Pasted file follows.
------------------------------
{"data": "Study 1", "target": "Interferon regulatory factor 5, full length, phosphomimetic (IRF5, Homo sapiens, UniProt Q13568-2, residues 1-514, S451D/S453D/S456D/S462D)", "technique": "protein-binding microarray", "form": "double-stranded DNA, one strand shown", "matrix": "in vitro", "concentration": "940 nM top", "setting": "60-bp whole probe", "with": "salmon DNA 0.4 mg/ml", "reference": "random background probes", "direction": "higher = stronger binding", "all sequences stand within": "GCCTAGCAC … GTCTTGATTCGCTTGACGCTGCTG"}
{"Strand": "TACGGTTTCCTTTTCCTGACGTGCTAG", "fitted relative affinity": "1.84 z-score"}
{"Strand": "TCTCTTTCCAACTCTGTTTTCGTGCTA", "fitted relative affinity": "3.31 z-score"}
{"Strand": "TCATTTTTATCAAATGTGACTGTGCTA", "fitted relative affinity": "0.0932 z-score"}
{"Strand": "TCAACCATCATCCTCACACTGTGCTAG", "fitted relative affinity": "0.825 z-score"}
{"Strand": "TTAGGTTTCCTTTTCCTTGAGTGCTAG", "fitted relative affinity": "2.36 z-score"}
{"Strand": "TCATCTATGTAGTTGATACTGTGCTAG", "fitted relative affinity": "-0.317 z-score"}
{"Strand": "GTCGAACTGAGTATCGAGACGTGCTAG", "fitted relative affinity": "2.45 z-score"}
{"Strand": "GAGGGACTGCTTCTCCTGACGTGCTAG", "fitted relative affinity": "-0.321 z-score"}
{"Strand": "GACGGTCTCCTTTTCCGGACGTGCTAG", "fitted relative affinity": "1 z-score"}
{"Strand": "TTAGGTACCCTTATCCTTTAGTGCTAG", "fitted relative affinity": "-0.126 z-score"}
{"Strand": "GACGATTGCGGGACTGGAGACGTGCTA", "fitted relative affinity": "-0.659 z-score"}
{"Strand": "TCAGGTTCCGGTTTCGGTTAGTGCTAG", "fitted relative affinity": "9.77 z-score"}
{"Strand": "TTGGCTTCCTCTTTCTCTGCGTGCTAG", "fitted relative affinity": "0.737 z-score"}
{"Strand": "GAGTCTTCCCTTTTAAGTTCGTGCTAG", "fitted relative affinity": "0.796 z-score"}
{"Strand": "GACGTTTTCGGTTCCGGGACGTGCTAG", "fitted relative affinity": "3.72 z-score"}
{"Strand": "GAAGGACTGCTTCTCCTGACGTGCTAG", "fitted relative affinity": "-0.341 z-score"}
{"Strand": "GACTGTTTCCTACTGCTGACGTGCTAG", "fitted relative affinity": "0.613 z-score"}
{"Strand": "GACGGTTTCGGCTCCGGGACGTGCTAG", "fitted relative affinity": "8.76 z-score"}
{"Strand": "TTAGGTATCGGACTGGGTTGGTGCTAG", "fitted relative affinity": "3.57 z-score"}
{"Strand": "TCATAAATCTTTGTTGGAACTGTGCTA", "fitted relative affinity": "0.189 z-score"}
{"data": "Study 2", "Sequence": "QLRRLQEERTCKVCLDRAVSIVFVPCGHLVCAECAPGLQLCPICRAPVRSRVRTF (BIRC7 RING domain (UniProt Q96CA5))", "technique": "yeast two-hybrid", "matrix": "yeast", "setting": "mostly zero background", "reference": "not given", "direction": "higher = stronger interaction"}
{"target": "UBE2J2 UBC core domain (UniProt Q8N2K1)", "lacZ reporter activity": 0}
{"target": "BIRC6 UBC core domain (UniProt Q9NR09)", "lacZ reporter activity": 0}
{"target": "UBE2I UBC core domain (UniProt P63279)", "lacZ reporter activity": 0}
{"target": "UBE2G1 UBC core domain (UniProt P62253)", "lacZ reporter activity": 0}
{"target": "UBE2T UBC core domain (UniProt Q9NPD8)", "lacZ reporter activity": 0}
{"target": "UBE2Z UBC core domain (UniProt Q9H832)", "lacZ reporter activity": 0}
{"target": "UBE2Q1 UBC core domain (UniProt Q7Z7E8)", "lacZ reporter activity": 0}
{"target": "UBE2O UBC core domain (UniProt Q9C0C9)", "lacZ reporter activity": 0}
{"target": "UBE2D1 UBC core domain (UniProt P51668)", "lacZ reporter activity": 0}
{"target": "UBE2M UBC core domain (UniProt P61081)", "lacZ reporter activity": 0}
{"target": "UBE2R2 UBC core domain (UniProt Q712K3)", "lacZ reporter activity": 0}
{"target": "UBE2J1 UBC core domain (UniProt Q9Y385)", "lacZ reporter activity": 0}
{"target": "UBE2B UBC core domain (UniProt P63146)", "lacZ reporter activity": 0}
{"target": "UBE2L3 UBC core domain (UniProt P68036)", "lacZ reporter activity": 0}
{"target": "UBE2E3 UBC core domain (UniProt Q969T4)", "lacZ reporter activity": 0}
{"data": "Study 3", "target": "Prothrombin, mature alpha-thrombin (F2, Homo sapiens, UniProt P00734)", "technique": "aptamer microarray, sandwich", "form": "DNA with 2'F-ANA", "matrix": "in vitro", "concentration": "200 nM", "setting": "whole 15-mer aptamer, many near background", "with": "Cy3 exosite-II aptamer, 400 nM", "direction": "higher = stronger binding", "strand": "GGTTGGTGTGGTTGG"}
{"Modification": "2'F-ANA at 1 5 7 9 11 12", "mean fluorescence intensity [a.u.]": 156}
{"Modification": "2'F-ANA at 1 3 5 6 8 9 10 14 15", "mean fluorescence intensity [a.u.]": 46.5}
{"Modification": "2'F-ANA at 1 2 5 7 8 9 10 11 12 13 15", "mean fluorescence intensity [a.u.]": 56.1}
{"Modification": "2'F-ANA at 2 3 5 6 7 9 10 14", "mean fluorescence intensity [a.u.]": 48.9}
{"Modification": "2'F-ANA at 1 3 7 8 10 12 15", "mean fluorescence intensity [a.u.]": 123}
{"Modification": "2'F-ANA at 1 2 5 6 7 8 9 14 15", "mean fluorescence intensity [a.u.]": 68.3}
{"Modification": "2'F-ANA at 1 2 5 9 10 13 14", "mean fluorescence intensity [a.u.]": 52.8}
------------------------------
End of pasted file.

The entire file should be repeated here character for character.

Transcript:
{"data": "Study 1", "target": "Interferon regulatory factor 5, full length, phosphomimetic (IRF5, Homo sapiens, UniProt Q13568-2, residues 1-514, S451D/S453D/S456D/S462D)", "technique": "protein-binding microarray", "form": "double-stranded DNA, one strand shown", "matrix": "in vitro", "concentration": "940 nM top", "setting": "60-bp whole probe", "with": "salmon DNA 0.4 mg/ml", "reference": "random background probes", "direction": "higher = stronger binding", "all sequences stand within": "GCCTAGCAC … GTCTTGATTCGCTTGACGCTGCTG"}
{"Strand": "TACGGTTTCCTTTTCCTGACGTGCTAG", "fitted relative affinity": "1.84 z-score"}
{"Strand": "TCTCTTTCCAACTCTGTTTTCGTGCTA", "fitted relative affinity": "3.31 z-score"}
{"Strand": "TCATTTTTATCAAATGTGACTGTGCTA", "fitted relative affinity": "0.0932 z-score"}
{"Strand": "TCAACCATCATCCTCACACTGTGCTAG", "fitted relative affinity": "0.825 z-score"}
{"Strand": "TTAGGTTTCCTTTTCCTTGAGTGCTAG", "fitted relative affinity": "2.36 z-score"}
{"Strand": "TCATCTATGTAGTTGATACTGTGCTAG", "fitted relative affinity": "-0.317 z-score"}
{"Strand": "GTCGAACTGAGTATCGAGACGTGCTAG", "fitted relative affinity": "2.45 z-score"}
{"Strand": "GAGGGACTGCTTCTCCTGACGTGCTAG", "fitted relative affinity": "-0.321 z-score"}
{"Strand": "GACGGTCTCCTTTTCCGGACGTGCTAG", "fitted relative affinity": "1 z-score"}
{"Strand": "TTAGGTACCCTTATCCTTTAGTGCTAG", "fitted relative affinity": "-0.126 z-score"}
{"Strand": "GACGATTGCGGGACTGGAGACGTGCTA", "fitted relative affinity": "-0.659 z-score"}
{"Strand": "TCAGGTTCCGGTTTCGGTTAGTGCTAG", "fitted relative affinity": "9.77 z-score"}
{"Strand": "TTGGCTTCCTCTTTCTCTGCGTGCTAG", "fitted relative affinity": "0.737 z-score"}
{"Strand": "GAGTCTTCCCTTTTAAGTTCGTGCTAG", "fitted relative affinity": "0.796 z-score"}
{"Strand": "GACGTTTTCGGTTCCGGGACGTGCTAG", "fitted relative affinity": "3.72 z-score"}
{"Strand": "GAAGGACTGCTTCTCCTGACGTGCTAG", "fitted relative affinity": "-0.341 z-score"}
{"Strand": "GACTGTTTCCTACTGCTGACGTGCTAG", "fitted relative affinity": "0.613 z-score"}
{"Strand": "GACGGTTTCGGCTCCGGGACGTGCTAG", "fitted relative affinity": "8.76 z-score"}
{"Strand": "TTAGGTATCGGACTGGGTTGGTGCTAG", "fitted relative affinity": "3.57 z-score"}
{"Strand": "TCATAAATCTTTGTTGGAACTGTGCTA", "fitted relative affinity": "0.189 z-score"}
{"data": "Study 2", "Sequence": "QLRRLQEERTCKVCLDRAVSIVFVPCGHLVCAECAPGLQLCPICRAPVRSRVRTF (BIRC7 RING domain (UniProt Q96CA5))", "technique": "yeast two-hybrid", "matrix": "yeast", "setting": "mostly zero background", "reference": "not given", "direction": "higher = stronger interaction"}
{"target": "UBE2J2 UBC core domain (UniProt Q8N2K1)", "lacZ reporter activity": 0}
{"target": "BIRC6 UBC core domain (UniProt Q9NR09)", "lacZ reporter activity": 0}
{"target": "UBE2I UBC core domain (UniProt P63279)", "lacZ reporter activity": 0}
{"target": "UBE2G1 UBC core domain (UniProt P62253)", "lacZ reporter activity": 0}
{"target": "UBE2T UBC core domain (UniProt Q9NPD8)", "lacZ reporter activity": 0}
{"target": "UBE2Z UBC core domain (UniProt Q9H832)", "lacZ reporter activity": 0}
{"target": "UBE2Q1 UBC core domain (UniProt Q7Z7E8)", "lacZ reporter activity": 0}
{"target": "UBE2O UBC core domain (UniProt Q9C0C9)", "lacZ reporter activity": 0}
{"target": "UBE2D1 UBC core domain (UniProt P51668)", "lacZ reporter activity": 0}
{"target": "UBE2M UBC core domain (UniProt P61081)", "lacZ reporter activity": 0}
{"target": "UBE2R2 UBC core domain (UniProt Q712K3)", "lacZ reporter activity": 0}
{"target": "UBE2J1 UBC core domain (UniProt Q9Y385)", "lacZ reporter activity": 0}
{"target": "UBE2B UBC core domain (UniProt P63146)", "lacZ reporter activity": 0}
{"target": "UBE2L3 UBC core domain (UniProt P68036)", "lacZ reporter activity": 0}
{"target": "UBE2E3 UBC core domain (UniProt Q969T4)", "lacZ reporter activity": 0}
{"data": "Study 3", "target": "Prothrombin, mature alpha-thrombin (F2, Homo sapiens, UniProt P00734)", "technique": "aptamer microarray, sandwich", "form": "DNA with 2'F-ANA", "matrix": "in vitro", "concentration": "200 nM", "setting": "whole 15-mer aptamer, many near background", "with": "Cy3 exosite-II aptamer, 400 nM", "direction": "higher = stronger binding", "strand": "GGTTGGTGTGGTTGG"}
{"Modification": "2'F-ANA at 1 5 7 9 11 12", "mean fluorescence intensity [a.u.]": 156}
{"Modification": "2'F-ANA at 1 3 5 6 8 9 10 14 15", "mean fluorescence intensity [a.u.]": 46.5}
{"Modification": "2'F-ANA at 1 2 5 7 8 9 10 11 12 13 15", "mean fluorescence intensity [a.u.]": 56.1}
{"Modification": "2'F-ANA at 2 3 5 6 7 9 10 14", "mean fluorescence intensity [a.u.]": 48.9}
{"Modification": "2'F-ANA at 1 3 7 8 10 12 15", "mean fluorescence intensity [a.u.]": 123}
{"Modification": "2'F-ANA at 1 2 5 6 7 8 9 14 15", "mean fluorescence intensity [a.u.]": 68.3}
{"Modification": "2'F-ANA at 1 2 5 9 10 13 14", "mean fluorescence intensity [a.u.]": 52.8}